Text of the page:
Could someone please explain PM micrograms per cubic meter

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Could someone please explain PM micrograms per cubic meter

Postby turning_blue » Tue Oct 14, 2008 3:00 pm

http://apps.leg.wa.gov/documents/billdo ... A%2008.pdf

I would like to understand what this means. Thanks.
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proposed Wash. burn bans

Postby Ernest Grolimund » Tue Oct 14, 2008 4:25 pm

What does this proposed bill mean? I would like to know too. It is poorly written by a lawyer who seems to be having trouble trying to grapple with the wood burning problem. But they recognize there is a problem at least.

My state forecasts pm pollution from monitors and weather and mails warnings to asthmatics that problem days are coming so they can take more drugs and curtail activities outdoors. Washington seems to be trying to ban burning to some degree on days when they think pm pollution will be bad. If they see a prediction for 25 mcg/cubic meter, further banning or a complete ban may be ordered, because even EPA certified stoves cause about 5 mcg/cubic meter and two in series would cause 10 mcg. The total would then be 35 mcg which is illegal. They are trying to provide a safety factor by banning at 25 mcg which is a good idea. Washington gets a lot of rain and fog and the water adheres to pm causing it to sink more and causing more pollution. They are having a lot of problems so they have been a leader in the fight against woodburning pollution. They are studying the numbers like me apparently and DR. Brown and realize that ambient pm from oil burning in calm winds causes pm to go to 30 mcg/ cubic meter and this is very close to the legal limit. They recognize that the glass is full so to speak and the glass or atmosphere cannot handle any more pm from woodburning. They do not recognize that hospitals are saying asthma attacks start at 30 mcg/c.m. for a few hours but they are close to that limit. It is a start in the right direction but wicked complicated. They need to K.I.S.S. but everything is a fight down here on earth. Wish I was in heaven instead of this mild hell.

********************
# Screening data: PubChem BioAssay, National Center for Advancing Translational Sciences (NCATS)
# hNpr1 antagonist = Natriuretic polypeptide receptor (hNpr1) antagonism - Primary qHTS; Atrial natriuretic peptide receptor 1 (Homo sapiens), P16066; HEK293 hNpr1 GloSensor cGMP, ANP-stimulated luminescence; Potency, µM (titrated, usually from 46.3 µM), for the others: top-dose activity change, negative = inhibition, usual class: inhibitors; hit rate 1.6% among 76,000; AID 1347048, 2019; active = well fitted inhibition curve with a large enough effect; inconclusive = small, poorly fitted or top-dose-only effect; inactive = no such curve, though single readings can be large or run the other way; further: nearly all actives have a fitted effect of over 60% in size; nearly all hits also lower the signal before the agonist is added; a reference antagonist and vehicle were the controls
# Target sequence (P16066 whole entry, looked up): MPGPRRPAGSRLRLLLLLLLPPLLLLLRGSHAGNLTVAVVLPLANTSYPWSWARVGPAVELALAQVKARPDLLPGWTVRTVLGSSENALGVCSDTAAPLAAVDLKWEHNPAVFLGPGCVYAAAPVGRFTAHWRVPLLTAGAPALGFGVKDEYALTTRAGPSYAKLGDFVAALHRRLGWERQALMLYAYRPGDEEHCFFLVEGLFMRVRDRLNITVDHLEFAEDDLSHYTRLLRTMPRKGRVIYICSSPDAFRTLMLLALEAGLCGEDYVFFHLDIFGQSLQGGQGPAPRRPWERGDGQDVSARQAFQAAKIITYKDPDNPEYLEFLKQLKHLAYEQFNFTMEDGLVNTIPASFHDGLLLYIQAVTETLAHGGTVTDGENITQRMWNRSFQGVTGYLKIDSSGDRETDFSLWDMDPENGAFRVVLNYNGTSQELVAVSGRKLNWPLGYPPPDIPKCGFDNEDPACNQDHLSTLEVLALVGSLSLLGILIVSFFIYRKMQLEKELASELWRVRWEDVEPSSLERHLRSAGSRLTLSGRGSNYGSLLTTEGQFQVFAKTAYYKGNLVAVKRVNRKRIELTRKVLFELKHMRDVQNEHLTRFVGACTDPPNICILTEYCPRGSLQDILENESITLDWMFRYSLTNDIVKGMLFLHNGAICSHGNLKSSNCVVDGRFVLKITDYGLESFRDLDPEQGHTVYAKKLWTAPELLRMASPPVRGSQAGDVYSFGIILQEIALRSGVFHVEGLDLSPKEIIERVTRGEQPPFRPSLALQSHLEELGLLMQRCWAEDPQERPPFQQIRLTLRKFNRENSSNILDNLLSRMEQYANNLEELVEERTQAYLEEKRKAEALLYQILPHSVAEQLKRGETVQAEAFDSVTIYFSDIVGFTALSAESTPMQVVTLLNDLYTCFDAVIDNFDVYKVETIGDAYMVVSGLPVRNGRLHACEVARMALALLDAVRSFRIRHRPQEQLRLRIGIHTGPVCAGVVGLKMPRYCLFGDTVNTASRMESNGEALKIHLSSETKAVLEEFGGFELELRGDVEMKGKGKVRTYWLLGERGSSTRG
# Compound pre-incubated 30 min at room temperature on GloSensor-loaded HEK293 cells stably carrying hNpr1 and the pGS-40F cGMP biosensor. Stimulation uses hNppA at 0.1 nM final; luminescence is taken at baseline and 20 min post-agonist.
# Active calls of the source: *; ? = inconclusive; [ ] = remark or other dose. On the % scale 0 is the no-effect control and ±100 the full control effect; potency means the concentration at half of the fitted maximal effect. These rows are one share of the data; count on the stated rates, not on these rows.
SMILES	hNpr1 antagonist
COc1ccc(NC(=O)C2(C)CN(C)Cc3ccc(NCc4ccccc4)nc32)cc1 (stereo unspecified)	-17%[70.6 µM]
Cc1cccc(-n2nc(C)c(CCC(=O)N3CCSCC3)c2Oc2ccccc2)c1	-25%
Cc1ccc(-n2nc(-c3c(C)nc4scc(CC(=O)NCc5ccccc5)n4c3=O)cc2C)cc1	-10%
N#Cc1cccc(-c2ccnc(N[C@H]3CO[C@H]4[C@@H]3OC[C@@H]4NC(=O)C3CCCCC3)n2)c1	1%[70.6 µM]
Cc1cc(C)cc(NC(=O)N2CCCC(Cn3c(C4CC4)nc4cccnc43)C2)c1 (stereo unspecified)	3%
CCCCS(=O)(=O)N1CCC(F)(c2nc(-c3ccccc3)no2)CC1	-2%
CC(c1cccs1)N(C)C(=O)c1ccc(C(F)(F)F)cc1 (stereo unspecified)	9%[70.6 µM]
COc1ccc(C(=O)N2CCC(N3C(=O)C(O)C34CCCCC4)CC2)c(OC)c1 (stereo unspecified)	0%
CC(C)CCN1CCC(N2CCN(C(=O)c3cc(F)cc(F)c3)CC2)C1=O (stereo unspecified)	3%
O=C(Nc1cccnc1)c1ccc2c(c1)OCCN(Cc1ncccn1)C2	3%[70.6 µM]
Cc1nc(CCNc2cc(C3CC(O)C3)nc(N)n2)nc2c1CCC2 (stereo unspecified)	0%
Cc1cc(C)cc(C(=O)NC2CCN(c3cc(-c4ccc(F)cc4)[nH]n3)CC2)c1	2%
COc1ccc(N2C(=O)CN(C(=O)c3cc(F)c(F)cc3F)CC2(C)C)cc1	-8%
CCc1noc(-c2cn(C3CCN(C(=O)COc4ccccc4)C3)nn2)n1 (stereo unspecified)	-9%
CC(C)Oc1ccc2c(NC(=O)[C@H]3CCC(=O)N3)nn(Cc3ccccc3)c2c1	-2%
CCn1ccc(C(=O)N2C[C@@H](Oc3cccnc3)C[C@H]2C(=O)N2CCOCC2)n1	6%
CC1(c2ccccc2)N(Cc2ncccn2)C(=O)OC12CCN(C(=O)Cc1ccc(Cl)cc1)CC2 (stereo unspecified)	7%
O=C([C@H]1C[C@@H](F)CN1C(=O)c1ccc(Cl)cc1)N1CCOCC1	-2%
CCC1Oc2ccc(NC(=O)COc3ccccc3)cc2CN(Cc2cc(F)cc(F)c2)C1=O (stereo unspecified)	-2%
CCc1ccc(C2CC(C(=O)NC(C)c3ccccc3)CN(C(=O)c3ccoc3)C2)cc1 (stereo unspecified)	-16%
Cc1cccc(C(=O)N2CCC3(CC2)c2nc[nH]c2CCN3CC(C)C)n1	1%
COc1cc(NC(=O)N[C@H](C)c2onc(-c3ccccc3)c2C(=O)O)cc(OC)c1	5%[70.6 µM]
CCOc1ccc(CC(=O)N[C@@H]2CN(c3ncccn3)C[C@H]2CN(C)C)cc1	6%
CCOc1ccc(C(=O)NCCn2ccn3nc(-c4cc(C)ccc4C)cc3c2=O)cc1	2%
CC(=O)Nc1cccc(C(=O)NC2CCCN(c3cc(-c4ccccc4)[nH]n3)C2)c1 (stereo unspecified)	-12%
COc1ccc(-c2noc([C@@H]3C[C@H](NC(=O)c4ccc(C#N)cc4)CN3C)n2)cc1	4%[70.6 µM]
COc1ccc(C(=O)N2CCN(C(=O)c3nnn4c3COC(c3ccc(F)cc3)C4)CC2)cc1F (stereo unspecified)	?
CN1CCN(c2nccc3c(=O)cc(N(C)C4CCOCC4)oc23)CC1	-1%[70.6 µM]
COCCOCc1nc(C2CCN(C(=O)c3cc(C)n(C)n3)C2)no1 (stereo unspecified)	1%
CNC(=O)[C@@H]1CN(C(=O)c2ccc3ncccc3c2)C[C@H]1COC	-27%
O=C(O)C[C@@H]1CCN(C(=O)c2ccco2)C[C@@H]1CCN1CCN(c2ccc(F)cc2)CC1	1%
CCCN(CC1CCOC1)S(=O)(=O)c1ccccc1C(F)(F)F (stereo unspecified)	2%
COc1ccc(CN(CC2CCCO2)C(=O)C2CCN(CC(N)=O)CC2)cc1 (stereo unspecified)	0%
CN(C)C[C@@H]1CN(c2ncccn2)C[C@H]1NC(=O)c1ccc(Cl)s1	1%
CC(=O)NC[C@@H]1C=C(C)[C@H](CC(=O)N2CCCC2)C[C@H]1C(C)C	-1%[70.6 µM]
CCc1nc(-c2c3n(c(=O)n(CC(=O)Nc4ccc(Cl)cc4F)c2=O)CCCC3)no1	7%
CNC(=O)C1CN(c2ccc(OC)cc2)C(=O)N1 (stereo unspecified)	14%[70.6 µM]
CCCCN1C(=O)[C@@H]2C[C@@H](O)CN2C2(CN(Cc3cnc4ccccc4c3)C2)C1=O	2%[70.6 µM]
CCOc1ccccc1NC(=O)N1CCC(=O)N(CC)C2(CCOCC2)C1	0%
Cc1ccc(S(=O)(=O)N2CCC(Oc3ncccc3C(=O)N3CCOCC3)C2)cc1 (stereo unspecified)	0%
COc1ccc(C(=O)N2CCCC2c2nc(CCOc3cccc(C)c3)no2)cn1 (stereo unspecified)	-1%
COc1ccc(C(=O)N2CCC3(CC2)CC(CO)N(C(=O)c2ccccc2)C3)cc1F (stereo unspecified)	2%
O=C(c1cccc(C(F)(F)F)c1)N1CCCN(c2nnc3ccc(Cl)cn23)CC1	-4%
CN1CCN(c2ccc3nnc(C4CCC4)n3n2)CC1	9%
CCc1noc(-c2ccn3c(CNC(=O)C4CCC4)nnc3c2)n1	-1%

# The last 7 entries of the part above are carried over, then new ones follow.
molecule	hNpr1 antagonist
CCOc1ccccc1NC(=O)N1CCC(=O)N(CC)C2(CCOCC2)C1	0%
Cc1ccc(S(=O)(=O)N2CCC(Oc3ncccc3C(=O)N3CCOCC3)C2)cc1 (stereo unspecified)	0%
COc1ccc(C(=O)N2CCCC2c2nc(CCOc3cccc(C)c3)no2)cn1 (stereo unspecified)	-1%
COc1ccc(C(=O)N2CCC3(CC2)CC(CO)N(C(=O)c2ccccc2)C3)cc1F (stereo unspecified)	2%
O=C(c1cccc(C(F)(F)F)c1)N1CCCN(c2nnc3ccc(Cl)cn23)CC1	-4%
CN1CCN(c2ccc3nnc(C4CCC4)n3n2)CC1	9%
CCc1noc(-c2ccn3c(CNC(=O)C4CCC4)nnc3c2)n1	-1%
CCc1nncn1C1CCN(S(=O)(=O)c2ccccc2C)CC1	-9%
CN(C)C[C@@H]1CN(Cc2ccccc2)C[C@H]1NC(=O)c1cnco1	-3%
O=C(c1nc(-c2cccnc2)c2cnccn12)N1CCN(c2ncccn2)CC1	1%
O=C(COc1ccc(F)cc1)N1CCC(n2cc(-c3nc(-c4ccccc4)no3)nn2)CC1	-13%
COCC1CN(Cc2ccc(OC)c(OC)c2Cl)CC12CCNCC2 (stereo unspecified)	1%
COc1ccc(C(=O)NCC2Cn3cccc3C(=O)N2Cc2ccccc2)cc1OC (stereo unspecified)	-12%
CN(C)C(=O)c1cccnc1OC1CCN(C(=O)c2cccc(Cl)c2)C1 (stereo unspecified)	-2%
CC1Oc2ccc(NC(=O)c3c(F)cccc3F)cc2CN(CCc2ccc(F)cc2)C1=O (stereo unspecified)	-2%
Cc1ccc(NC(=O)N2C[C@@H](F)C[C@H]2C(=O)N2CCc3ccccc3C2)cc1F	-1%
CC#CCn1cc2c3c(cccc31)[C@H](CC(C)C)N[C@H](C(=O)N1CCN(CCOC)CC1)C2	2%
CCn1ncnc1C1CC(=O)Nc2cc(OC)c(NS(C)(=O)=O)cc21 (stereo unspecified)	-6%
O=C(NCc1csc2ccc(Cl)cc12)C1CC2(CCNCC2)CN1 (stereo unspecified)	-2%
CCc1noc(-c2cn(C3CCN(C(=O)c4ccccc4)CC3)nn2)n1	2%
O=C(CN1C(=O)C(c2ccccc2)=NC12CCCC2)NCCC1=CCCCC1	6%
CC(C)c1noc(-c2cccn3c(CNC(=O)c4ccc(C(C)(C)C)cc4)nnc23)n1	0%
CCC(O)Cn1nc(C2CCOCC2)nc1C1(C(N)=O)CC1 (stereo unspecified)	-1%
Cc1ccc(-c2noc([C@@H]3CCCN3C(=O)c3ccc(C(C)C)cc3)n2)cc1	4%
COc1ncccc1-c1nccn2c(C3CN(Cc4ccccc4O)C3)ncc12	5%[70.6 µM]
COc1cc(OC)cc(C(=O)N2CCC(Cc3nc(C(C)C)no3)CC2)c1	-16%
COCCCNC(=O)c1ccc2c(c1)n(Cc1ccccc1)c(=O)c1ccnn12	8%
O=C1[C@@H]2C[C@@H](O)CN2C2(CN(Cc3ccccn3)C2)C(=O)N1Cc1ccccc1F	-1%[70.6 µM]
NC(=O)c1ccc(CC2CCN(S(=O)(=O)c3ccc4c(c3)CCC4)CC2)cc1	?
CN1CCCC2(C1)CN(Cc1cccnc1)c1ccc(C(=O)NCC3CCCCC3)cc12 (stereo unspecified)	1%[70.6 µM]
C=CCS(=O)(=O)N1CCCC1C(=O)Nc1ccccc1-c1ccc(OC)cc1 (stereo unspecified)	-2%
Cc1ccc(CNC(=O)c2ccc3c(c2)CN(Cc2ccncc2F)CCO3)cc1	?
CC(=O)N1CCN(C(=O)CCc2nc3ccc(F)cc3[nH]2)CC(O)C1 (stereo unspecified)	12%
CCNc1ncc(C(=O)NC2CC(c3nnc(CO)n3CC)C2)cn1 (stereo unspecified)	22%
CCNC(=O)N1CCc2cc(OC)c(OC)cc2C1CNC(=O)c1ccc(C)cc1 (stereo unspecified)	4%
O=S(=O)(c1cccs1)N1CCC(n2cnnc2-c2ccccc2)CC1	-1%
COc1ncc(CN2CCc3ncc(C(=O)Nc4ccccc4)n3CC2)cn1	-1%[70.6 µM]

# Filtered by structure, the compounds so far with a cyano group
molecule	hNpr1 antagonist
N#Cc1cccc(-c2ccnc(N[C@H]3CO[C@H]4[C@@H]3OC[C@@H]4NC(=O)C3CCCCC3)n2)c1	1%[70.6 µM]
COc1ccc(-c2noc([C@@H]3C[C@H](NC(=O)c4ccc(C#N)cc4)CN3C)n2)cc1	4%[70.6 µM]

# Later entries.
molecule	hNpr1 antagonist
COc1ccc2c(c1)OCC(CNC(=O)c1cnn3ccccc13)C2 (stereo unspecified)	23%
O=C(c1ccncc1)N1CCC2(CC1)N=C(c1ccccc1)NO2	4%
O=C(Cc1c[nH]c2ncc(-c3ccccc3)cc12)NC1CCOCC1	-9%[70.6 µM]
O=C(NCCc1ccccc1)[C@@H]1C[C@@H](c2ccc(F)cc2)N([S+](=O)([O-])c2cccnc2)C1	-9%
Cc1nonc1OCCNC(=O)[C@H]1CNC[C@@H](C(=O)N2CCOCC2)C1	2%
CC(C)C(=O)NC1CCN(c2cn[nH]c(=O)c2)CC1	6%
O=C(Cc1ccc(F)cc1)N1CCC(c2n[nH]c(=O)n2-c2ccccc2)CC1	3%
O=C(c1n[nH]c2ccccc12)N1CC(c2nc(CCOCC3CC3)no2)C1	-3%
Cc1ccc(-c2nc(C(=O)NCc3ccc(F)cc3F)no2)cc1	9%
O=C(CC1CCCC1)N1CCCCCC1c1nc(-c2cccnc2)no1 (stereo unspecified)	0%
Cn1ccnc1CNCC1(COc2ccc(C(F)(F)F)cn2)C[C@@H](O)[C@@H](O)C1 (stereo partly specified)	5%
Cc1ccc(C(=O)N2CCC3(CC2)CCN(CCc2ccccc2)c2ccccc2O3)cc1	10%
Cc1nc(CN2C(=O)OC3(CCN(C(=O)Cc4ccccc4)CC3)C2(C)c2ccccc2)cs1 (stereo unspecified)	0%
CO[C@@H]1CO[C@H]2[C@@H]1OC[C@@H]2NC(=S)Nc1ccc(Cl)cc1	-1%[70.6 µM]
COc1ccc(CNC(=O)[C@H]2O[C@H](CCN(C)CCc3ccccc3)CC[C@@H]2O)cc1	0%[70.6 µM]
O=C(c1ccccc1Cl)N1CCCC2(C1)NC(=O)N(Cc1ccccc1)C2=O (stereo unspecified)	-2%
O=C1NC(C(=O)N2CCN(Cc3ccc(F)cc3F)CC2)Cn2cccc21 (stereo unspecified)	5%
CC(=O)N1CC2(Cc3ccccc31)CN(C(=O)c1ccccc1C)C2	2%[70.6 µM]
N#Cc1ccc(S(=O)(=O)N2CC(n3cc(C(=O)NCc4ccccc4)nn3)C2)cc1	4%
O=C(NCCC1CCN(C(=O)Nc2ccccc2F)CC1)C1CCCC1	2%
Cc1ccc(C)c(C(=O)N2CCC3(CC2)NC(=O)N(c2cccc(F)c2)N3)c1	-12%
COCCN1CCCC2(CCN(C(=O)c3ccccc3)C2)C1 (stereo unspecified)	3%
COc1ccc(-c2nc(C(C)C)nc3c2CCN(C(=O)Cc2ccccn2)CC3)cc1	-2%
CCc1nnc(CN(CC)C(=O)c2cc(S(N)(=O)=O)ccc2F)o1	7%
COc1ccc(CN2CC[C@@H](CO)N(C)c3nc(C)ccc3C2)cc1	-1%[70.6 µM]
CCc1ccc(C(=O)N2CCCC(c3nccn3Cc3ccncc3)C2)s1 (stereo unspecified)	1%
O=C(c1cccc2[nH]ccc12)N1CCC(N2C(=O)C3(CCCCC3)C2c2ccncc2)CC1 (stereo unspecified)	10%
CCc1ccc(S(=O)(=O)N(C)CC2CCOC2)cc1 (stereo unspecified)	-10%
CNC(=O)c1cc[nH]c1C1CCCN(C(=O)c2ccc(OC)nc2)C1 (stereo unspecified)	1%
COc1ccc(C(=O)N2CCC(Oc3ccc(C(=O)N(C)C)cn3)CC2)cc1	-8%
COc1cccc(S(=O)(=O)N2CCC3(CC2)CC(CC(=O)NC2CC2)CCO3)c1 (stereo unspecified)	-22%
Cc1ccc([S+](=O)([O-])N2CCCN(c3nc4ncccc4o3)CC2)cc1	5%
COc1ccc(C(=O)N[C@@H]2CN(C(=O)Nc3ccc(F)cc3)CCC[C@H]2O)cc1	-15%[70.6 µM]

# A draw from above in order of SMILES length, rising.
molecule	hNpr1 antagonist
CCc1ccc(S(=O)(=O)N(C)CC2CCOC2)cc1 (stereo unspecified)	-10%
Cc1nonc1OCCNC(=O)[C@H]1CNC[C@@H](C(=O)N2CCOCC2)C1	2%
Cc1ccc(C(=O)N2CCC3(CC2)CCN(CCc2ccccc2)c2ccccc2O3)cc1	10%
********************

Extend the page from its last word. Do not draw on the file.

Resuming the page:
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pm/cubic meter meaning

Postby Ernest Grolimund » Tue Oct 14, 2008 5:16 pm

I keep forgetting I am an engineer by training at least and numbers and units come easy to me. Pm means particulate matter or soot. Mcg means micrograms and this is a measure of mass or weight. Cubic meter means a volume that is a cube with sides of 1 meter. Mcg/cubic meter is a metric system expression of mass/volume. In english measurements, the units might be lbs/cubic foot or psf. I get tired of writing mcg/cubic meter so I write mcg/c.m. but that isn't exactly standard. I just can't type m to the 3rd power. I can see that I should really keep it simple when writing for the public. You are pretty well informed and smart so if you are having trouble understanding me, then others will too. Non scientists rule, so I have to write to people like you. You are not dumb to ask this question and I have learned something from it.
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Postby turning_blue » Tue Oct 14, 2008 5:51 pm